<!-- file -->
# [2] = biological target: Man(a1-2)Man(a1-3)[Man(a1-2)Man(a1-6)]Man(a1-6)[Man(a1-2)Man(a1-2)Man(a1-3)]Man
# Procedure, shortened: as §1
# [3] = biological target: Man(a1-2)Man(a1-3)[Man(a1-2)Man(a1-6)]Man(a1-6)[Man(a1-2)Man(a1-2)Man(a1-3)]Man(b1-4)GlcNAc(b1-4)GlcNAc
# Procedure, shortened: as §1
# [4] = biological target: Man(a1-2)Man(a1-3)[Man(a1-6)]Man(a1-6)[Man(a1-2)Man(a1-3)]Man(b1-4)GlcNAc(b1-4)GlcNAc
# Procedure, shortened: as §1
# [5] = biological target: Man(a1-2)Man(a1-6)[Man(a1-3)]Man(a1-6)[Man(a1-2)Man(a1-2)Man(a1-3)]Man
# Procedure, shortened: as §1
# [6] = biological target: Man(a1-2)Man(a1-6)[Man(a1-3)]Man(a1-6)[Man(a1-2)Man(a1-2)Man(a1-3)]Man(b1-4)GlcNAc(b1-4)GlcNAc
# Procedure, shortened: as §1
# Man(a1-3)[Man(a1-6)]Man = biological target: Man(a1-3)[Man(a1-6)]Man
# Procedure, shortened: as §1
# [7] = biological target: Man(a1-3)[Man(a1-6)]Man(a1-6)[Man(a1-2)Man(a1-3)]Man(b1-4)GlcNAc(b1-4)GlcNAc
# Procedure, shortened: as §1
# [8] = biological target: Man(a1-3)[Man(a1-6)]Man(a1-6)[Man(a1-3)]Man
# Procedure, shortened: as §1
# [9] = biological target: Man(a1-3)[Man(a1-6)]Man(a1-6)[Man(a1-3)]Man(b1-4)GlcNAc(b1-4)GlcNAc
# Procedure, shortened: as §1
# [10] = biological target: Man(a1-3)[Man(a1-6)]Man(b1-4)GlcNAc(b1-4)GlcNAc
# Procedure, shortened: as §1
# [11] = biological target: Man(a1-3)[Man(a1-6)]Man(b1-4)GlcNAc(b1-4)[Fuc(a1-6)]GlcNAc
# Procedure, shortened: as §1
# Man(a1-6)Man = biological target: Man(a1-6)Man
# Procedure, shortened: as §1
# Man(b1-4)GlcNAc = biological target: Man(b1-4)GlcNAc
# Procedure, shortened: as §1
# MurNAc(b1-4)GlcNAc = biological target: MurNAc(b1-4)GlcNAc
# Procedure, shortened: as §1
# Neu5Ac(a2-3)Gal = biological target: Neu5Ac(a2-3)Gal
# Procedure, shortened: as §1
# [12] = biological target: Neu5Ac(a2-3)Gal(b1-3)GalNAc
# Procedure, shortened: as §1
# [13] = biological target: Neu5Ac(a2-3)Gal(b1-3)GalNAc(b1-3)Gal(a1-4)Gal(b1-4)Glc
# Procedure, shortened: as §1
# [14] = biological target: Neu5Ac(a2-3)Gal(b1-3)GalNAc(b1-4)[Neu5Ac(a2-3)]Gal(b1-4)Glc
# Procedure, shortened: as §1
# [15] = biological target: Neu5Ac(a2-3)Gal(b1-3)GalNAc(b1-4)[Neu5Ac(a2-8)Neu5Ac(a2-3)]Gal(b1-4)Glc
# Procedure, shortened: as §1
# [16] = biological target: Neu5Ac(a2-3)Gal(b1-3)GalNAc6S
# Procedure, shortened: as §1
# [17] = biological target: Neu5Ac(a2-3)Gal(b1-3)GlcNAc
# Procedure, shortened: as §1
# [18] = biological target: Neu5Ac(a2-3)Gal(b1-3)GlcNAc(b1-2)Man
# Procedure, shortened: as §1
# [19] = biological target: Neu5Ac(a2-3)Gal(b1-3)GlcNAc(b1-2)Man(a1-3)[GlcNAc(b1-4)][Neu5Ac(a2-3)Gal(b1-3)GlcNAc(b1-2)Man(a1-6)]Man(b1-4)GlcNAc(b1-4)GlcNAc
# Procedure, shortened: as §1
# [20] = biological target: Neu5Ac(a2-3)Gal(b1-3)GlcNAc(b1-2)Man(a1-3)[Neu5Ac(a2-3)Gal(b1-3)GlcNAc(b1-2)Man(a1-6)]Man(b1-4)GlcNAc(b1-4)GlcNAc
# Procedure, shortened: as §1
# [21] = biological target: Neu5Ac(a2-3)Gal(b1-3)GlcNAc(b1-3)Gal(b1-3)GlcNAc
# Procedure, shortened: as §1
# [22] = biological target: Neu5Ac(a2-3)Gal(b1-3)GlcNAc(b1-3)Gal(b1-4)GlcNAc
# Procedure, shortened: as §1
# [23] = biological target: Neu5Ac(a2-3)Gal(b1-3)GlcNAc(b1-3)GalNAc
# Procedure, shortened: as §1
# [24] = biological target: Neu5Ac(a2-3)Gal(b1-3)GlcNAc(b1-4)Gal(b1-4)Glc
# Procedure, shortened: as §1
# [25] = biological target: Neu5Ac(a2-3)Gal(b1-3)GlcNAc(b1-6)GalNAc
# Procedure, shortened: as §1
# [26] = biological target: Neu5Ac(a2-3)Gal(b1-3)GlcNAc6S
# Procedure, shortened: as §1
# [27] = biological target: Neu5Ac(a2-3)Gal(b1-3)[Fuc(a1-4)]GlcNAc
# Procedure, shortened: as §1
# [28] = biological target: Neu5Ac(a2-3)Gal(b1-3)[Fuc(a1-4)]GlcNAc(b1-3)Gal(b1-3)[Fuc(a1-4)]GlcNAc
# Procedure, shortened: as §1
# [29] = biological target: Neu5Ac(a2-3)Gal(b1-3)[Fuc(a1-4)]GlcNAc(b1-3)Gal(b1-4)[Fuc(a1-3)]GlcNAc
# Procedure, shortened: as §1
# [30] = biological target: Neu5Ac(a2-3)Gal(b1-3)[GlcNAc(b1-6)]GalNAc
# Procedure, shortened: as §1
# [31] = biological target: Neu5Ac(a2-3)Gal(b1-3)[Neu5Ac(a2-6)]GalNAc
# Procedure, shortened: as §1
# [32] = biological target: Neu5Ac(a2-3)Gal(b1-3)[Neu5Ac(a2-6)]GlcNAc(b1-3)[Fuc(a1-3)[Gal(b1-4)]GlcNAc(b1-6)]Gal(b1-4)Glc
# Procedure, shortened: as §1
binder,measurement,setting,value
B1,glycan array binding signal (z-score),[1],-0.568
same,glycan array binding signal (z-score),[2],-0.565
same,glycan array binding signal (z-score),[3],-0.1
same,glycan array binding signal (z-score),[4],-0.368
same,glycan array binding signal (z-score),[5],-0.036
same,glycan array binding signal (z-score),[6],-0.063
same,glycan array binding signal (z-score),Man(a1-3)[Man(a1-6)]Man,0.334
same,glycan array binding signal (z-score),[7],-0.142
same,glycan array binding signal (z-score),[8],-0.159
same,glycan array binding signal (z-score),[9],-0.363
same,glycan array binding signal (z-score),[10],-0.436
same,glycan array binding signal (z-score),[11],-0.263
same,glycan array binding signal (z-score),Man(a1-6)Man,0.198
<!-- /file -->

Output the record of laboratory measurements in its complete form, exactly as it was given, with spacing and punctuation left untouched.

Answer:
# [2] = biological target: Man(a1-2)Man(a1-3)[Man(a1-2)Man(a1-6)]Man(a1-6)[Man(a1-2)Man(a1-2)Man(a1-3)]Man
# Procedure, shortened: as §1
# [3] = biological target: Man(a1-2)Man(a1-3)[Man(a1-2)Man(a1-6)]Man(a1-6)[Man(a1-2)Man(a1-2)Man(a1-3)]Man(b1-4)GlcNAc(b1-4)GlcNAc
# Procedure, shortened: as §1
# [4] = biological target: Man(a1-2)Man(a1-3)[Man(a1-6)]Man(a1-6)[Man(a1-2)Man(a1-3)]Man(b1-4)GlcNAc(b1-4)GlcNAc
# Procedure, shortened: as §1
# [5] = biological target: Man(a1-2)Man(a1-6)[Man(a1-3)]Man(a1-6)[Man(a1-2)Man(a1-2)Man(a1-3)]Man
# Procedure, shortened: as §1
# [6] = biological target: Man(a1-2)Man(a1-6)[Man(a1-3)]Man(a1-6)[Man(a1-2)Man(a1-2)Man(a1-3)]Man(b1-4)GlcNAc(b1-4)GlcNAc
# Procedure, shortened: as §1
# Man(a1-3)[Man(a1-6)]Man = biological target: Man(a1-3)[Man(a1-6)]Man
# Procedure, shortened: as §1
# [7] = biological target: Man(a1-3)[Man(a1-6)]Man(a1-6)[Man(a1-2)Man(a1-3)]Man(b1-4)GlcNAc(b1-4)GlcNAc
# Procedure, shortened: as §1
# [8] = biological target: Man(a1-3)[Man(a1-6)]Man(a1-6)[Man(a1-3)]Man
# Procedure, shortened: as §1
# [9] = biological target: Man(a1-3)[Man(a1-6)]Man(a1-6)[Man(a1-3)]Man(b1-4)GlcNAc(b1-4)GlcNAc
# Procedure, shortened: as §1
# [10] = biological target: Man(a1-3)[Man(a1-6)]Man(b1-4)GlcNAc(b1-4)GlcNAc
# Procedure, shortened: as §1
# [11] = biological target: Man(a1-3)[Man(a1-6)]Man(b1-4)GlcNAc(b1-4)[Fuc(a1-6)]GlcNAc
# Procedure, shortened: as §1
# Man(a1-6)Man = biological target: Man(a1-6)Man
# Procedure, shortened: as §1
# Man(b1-4)GlcNAc = biological target: Man(b1-4)GlcNAc
# Procedure, shortened: as §1
# MurNAc(b1-4)GlcNAc = biological target: MurNAc(b1-4)GlcNAc
# Procedure, shortened: as §1
# Neu5Ac(a2-3)Gal = biological target: Neu5Ac(a2-3)Gal
# Procedure, shortened: as §1
# [12] = biological target: Neu5Ac(a2-3)Gal(b1-3)GalNAc
# Procedure, shortened: as §1
# [13] = biological target: Neu5Ac(a2-3)Gal(b1-3)GalNAc(b1-3)Gal(a1-4)Gal(b1-4)Glc
# Procedure, shortened: as §1
# [14] = biological target: Neu5Ac(a2-3)Gal(b1-3)GalNAc(b1-4)[Neu5Ac(a2-3)]Gal(b1-4)Glc
# Procedure, shortened: as §1
# [15] = biological target: Neu5Ac(a2-3)Gal(b1-3)GalNAc(b1-4)[Neu5Ac(a2-8)Neu5Ac(a2-3)]Gal(b1-4)Glc
# Procedure, shortened: as §1
# [16] = biological target: Neu5Ac(a2-3)Gal(b1-3)GalNAc6S
# Procedure, shortened: as §1
# [17] = biological target: Neu5Ac(a2-3)Gal(b1-3)GlcNAc
# Procedure, shortened: as §1
# [18] = biological target: Neu5Ac(a2-3)Gal(b1-3)GlcNAc(b1-2)Man
# Procedure, shortened: as §1
# [19] = biological target: Neu5Ac(a2-3)Gal(b1-3)GlcNAc(b1-2)Man(a1-3)[GlcNAc(b1-4)][Neu5Ac(a2-3)Gal(b1-3)GlcNAc(b1-2)Man(a1-6)]Man(b1-4)GlcNAc(b1-4)GlcNAc
# Procedure, shortened: as §1
# [20] = biological target: Neu5Ac(a2-3)Gal(b1-3)GlcNAc(b1-2)Man(a1-3)[Neu5Ac(a2-3)Gal(b1-3)GlcNAc(b1-2)Man(a1-6)]Man(b1-4)GlcNAc(b1-4)GlcNAc
# Procedure, shortened: as §1
# [21] = biological target: Neu5Ac(a2-3)Gal(b1-3)GlcNAc(b1-3)Gal(b1-3)GlcNAc
# Procedure, shortened: as §1
# [22] = biological target: Neu5Ac(a2-3)Gal(b1-3)GlcNAc(b1-3)Gal(b1-4)GlcNAc
# Procedure, shortened: as §1
# [23] = biological target: Neu5Ac(a2-3)Gal(b1-3)GlcNAc(b1-3)GalNAc
# Procedure, shortened: as §1
# [24] = biological target: Neu5Ac(a2-3)Gal(b1-3)GlcNAc(b1-4)Gal(b1-4)Glc
# Procedure, shortened: as §1
# [25] = biological target: Neu5Ac(a2-3)Gal(b1-3)GlcNAc(b1-6)GalNAc
# Procedure, shortened: as §1
# [26] = biological target: Neu5Ac(a2-3)Gal(b1-3)GlcNAc6S
# Procedure, shortened: as §1
# [27] = biological target: Neu5Ac(a2-3)Gal(b1-3)[Fuc(a1-4)]GlcNAc
# Procedure, shortened: as §1
# [28] = biological target: Neu5Ac(a2-3)Gal(b1-3)[Fuc(a1-4)]GlcNAc(b1-3)Gal(b1-3)[Fuc(a1-4)]GlcNAc
# Procedure, shortened: as §1
# [29] = biological target: Neu5Ac(a2-3)Gal(b1-3)[Fuc(a1-4)]GlcNAc(b1-3)Gal(b1-4)[Fuc(a1-3)]GlcNAc
# Procedure, shortened: as §1
# [30] = biological target: Neu5Ac(a2-3)Gal(b1-3)[GlcNAc(b1-6)]GalNAc
# Procedure, shortened: as §1
# [31] = biological target: Neu5Ac(a2-3)Gal(b1-3)[Neu5Ac(a2-6)]GalNAc
# Procedure, shortened: as §1
# [32] = biological target: Neu5Ac(a2-3)Gal(b1-3)[Neu5Ac(a2-6)]GlcNAc(b1-3)[Fuc(a1-3)[Gal(b1-4)]GlcNAc(b1-6)]Gal(b1-4)Glc
# Procedure, shortened: as §1
binder,measurement,setting,value
B1,glycan array binding signal (z-score),[1],-0.568
same,glycan array binding signal (z-score),[2],-0.565
same,glycan array binding signal (z-score),[3],-0.1
same,glycan array binding signal (z-score),[4],-0.368
same,glycan array binding signal (z-score),[5],-0.036
same,glycan array binding signal (z-score),[6],-0.063
same,glycan array binding signal (z-score),Man(a1-3)[Man(a1-6)]Man,0.334
same,glycan array binding signal (z-score),[7],-0.142
same,glycan array binding signal (z-score),[8],-0.159
same,glycan array binding signal (z-score),[9],-0.363
same,glycan array binding signal (z-score),[10],-0.436
same,glycan array binding signal (z-score),[11],-0.263
same,glycan array binding signal (z-score),Man(a1-6)Man,0.198